A special book launch celebrating the recent works of College Faculty took place at the RDC Library on Thursday. The event featured the release of three books written by Dr. Laura K. Davis, Elaine Spencer and Dr. Doris MacKinnon.
Davis’ book Margaret Laurence Writes Africa and Canada is the first book to examine how Laurence addresses decolonization and nation building in 1950’s Somalia and Ghana and in 1960’s and 70’s English Canada.
Davis, an English Instructor at RDC, says her interest in Margaret Laurence began as a child when Laurence’s book The Olden Days Coat was made into a T.V. movie that Davis saw.
“I do think she’s a really important writer today, in part because of the Truth and Reconciliation and some of the things that all three of our talks today spoke about. She was really interested in Metis history and Aboriginal history and settler history and how the two come together” said Davis.
Davis hopes her book will also inspire people to read Margaret Laurence’s work if they haven’t already and “go back to Canada’s literary history and think about the importance of Canadian writers in our contemporary world.”
Elaine Spencer’s book Social Work Ethics: Progressive, Practical and Relational Approaches provides a current overview of the contexts in which social work happens, the ethical challenges that social workers face across Canada and future directions of the field.
Spencer, a Registered Clinical Social Worker and Social Work Instructor at RDC, says her book saw 15 contributors help her portray the current landscape in social work ethics across the Canadian educational scene.
“I think it’s a really good thing that students have much more careful and intentional ethics training when it comes to Social Work practice, especially given the changes in the Social Work world out in the workforce where there has been a trend in the last number of decades towards managerialism and para-professionalism.”
“The social workers are now needing to have a very strong internalized sense of their own ethics and their commitments to their own ethical behaviour, because essentially if you don’t know that you’re committing ethical errors or ethical violations, you can actually harm your clients” says Spencer.
She adds, “The book is dedicated to the clients who have been harmed by social workers and to our future students so that they can go out and do good in the world.”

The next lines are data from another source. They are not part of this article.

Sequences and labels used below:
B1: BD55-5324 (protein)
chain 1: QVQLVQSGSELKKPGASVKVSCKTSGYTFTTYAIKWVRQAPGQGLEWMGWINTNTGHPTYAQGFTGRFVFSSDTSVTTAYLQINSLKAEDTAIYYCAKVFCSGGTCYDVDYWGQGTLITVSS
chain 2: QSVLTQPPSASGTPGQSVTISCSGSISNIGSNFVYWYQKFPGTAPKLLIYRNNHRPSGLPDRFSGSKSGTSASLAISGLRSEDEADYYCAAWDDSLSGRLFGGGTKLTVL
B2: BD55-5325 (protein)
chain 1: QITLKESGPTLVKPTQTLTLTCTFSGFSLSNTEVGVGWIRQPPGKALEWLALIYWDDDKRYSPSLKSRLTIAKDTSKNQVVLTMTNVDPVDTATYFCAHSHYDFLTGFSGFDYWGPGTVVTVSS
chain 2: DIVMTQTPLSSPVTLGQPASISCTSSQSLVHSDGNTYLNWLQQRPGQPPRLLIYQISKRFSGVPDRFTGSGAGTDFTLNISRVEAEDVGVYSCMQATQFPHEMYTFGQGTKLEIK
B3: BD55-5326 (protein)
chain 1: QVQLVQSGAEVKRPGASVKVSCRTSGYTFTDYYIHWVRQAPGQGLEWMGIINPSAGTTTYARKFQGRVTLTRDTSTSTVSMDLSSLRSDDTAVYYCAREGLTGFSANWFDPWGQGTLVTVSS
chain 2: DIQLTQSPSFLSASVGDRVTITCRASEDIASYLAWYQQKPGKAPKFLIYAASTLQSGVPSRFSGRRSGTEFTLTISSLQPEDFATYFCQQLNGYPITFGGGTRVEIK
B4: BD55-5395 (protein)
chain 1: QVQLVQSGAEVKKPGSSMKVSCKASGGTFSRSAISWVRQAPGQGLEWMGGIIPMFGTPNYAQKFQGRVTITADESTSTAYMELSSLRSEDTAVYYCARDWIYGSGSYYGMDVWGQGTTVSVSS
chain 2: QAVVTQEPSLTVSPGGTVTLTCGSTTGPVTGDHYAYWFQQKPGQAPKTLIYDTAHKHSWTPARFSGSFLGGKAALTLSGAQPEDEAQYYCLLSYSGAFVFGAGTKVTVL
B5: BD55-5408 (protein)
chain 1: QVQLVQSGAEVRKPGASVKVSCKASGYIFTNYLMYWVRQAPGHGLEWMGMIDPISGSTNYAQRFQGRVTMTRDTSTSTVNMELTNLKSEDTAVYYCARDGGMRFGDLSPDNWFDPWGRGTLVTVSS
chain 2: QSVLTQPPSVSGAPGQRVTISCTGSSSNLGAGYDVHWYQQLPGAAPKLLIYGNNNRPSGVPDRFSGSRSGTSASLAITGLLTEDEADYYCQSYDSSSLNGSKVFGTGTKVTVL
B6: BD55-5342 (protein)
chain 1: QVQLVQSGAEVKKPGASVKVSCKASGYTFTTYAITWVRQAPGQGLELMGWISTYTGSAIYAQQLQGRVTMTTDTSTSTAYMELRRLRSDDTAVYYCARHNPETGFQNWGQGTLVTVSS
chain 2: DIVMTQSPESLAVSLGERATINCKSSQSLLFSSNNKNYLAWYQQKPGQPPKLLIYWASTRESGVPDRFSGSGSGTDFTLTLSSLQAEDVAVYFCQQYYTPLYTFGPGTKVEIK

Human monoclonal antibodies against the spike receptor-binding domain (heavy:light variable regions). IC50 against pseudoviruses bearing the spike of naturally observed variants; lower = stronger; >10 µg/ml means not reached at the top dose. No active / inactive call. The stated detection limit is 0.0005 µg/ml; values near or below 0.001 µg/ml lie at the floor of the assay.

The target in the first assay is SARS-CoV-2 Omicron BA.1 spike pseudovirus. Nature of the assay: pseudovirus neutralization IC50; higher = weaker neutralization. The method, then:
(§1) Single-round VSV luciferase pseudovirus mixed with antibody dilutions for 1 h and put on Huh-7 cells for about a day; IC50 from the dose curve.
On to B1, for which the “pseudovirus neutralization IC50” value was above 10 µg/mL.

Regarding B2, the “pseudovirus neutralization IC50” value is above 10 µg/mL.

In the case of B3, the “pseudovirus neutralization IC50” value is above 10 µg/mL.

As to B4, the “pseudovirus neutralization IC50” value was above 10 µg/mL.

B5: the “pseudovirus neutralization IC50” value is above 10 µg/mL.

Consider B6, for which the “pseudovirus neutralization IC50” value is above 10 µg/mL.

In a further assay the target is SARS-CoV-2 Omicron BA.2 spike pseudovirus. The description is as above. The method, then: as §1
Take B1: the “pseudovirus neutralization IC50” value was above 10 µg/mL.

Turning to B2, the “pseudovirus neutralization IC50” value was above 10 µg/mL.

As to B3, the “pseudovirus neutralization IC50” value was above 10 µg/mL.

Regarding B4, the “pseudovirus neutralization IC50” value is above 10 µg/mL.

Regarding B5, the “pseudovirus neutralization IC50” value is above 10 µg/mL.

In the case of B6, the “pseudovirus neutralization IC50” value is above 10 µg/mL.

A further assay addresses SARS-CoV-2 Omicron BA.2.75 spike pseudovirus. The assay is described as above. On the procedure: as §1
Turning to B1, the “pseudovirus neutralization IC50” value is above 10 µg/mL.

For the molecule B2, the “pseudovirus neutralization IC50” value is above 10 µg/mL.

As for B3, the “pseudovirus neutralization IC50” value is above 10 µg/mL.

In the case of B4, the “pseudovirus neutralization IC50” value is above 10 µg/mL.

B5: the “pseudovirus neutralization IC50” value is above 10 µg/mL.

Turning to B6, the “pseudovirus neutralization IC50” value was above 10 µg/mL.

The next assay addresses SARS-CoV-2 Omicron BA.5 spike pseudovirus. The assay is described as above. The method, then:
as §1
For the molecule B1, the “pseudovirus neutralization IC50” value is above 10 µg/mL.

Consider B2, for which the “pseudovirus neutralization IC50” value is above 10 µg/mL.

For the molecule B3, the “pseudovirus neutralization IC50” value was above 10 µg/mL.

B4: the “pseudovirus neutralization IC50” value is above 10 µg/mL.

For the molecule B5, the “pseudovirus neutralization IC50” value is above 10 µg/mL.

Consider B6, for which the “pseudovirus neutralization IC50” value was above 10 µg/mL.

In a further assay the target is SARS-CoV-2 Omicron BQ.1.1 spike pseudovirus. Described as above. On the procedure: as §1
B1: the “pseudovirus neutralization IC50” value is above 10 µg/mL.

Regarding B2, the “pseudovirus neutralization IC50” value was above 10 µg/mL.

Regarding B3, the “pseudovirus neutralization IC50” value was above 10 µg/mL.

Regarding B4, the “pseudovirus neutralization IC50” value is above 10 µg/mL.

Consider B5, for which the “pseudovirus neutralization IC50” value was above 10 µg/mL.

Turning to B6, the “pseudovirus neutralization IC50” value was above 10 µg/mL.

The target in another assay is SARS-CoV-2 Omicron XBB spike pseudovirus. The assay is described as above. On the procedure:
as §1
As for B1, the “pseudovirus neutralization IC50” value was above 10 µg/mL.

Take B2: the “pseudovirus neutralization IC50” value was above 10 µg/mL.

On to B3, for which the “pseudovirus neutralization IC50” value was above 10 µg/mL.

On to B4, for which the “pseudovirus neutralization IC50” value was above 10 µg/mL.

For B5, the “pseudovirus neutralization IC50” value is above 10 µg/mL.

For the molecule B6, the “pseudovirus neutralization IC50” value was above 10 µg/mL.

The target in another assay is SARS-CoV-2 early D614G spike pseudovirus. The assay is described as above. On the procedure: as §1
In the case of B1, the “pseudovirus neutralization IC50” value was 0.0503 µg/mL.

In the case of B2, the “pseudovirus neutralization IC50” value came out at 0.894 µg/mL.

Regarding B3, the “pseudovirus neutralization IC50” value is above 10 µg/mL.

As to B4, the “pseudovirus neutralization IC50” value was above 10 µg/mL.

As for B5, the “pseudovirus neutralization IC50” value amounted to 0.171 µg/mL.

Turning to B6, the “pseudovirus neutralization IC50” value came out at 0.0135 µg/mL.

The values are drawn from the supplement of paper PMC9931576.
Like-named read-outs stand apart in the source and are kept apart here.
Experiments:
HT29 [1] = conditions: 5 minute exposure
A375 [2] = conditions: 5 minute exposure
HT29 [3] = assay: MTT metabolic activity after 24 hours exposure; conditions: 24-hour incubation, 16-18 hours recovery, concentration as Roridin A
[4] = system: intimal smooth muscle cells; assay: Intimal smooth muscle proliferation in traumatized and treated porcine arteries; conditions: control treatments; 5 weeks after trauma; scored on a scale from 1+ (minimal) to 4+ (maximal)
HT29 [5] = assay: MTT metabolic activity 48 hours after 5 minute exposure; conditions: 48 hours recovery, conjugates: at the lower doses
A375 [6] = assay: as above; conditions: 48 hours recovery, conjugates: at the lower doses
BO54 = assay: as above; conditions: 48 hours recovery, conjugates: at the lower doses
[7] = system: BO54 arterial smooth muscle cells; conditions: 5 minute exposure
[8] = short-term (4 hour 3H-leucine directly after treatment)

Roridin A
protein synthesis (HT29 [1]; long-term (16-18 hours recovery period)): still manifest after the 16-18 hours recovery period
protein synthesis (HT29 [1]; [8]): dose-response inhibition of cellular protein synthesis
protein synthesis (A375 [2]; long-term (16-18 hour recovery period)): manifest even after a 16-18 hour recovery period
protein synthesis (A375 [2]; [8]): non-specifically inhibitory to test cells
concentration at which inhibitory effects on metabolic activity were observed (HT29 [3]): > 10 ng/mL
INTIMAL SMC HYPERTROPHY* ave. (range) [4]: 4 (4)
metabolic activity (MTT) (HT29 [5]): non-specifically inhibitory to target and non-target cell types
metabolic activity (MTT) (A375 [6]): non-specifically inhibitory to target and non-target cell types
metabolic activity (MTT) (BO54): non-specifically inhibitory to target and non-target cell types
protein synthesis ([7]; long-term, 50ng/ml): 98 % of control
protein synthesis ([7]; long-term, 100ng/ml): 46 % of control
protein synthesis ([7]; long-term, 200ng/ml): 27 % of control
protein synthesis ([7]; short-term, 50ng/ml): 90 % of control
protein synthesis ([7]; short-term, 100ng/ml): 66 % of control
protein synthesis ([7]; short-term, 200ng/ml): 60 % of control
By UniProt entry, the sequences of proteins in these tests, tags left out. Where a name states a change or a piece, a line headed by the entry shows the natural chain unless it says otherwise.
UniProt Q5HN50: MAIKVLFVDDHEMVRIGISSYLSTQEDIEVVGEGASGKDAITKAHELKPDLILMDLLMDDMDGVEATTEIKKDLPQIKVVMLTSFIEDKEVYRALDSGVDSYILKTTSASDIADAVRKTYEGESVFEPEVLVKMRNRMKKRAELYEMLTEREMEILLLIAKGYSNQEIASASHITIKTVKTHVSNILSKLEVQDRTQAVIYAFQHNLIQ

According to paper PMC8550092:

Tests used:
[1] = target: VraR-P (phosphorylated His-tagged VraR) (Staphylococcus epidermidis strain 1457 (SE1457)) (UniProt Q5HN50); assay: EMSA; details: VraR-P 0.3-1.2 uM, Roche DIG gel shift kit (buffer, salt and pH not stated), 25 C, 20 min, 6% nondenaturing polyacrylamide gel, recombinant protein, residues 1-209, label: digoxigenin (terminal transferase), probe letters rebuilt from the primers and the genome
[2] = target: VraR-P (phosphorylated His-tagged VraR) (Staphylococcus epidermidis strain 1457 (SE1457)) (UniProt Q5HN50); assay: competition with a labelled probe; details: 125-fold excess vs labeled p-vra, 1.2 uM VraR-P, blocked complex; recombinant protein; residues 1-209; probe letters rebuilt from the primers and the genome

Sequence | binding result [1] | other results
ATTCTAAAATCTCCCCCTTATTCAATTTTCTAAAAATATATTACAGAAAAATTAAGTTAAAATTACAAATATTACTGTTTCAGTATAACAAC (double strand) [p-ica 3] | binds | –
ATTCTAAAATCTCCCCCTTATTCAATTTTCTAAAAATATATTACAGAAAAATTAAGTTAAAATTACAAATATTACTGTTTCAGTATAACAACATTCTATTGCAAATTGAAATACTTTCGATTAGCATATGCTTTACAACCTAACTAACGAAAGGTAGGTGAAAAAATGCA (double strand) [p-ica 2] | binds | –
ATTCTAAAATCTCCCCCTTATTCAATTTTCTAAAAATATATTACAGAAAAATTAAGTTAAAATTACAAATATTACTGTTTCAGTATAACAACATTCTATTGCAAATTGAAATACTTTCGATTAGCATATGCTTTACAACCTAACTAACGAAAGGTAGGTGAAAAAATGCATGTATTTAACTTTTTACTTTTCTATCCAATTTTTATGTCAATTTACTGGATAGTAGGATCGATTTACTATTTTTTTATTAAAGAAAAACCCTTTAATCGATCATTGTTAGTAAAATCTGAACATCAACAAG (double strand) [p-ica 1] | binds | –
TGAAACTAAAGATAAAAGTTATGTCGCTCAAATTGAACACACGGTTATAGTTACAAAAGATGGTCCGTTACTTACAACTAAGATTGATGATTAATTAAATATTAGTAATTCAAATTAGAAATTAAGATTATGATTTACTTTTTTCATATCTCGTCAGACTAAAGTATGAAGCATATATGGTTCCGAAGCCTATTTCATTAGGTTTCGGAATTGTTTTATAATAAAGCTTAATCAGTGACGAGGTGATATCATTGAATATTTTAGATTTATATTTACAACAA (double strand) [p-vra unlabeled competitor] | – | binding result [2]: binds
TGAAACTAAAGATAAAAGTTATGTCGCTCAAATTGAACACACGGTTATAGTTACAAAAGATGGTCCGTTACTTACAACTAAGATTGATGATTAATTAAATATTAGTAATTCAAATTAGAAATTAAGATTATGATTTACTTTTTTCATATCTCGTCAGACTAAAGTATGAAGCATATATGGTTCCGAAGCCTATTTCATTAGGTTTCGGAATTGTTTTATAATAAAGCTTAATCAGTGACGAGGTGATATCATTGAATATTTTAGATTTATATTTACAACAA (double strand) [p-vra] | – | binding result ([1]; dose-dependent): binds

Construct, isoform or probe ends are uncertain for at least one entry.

Dr. Doris MacKinnon’s book Metis Pioneers: Marie Rose Delorme Smith and Isabella Hardisty Lougheed, is a follow up to her 2012 book The identities of Marie Rose Delorme Smith: Portrait of a Metis Woman, 1861-1960. It focuses on Indigenous and women’s history by exploring the lives of two Metis women who settled in southern Alberta as the fur trade transitioned to a sedentary agricultural economy. MacKinnon, a History Instructor at RDC, says it was important for her to recognize the contributions of Metis women such as Marie Rose Delorme Smith and Isabella Hardisty Lougheed to Canadian history.
“They helped set up the first hospitals, they helped set up the first reading library societies that would then become libraries, to the entertainment on the prairies. They were involved in a lot of those first travelling entertainment shows and they would host these things in their homes cause there wasn’t the buildings.”
“For the Metis, it’s kind of an interesting story, they could sometimes choose their identity, sometimes it was chosen for them but if they could pass themselves off as non-Indigenous, sometimes that was a survival strategy.”
Elaine Spencer’s book can be ordered through the RDC Bookstore, direct ordered from Oxford University Press, Indigo, Chapters or Amazon.
Dr. Laura K. Davis’ book is available at the RDC Bookstore, at Sunworks in downtown Red Deer, from the Wilfred Laurier University Press website, Amazon or Chapters.
Dr. Doris MacKinnon’s book is slated for release in December.
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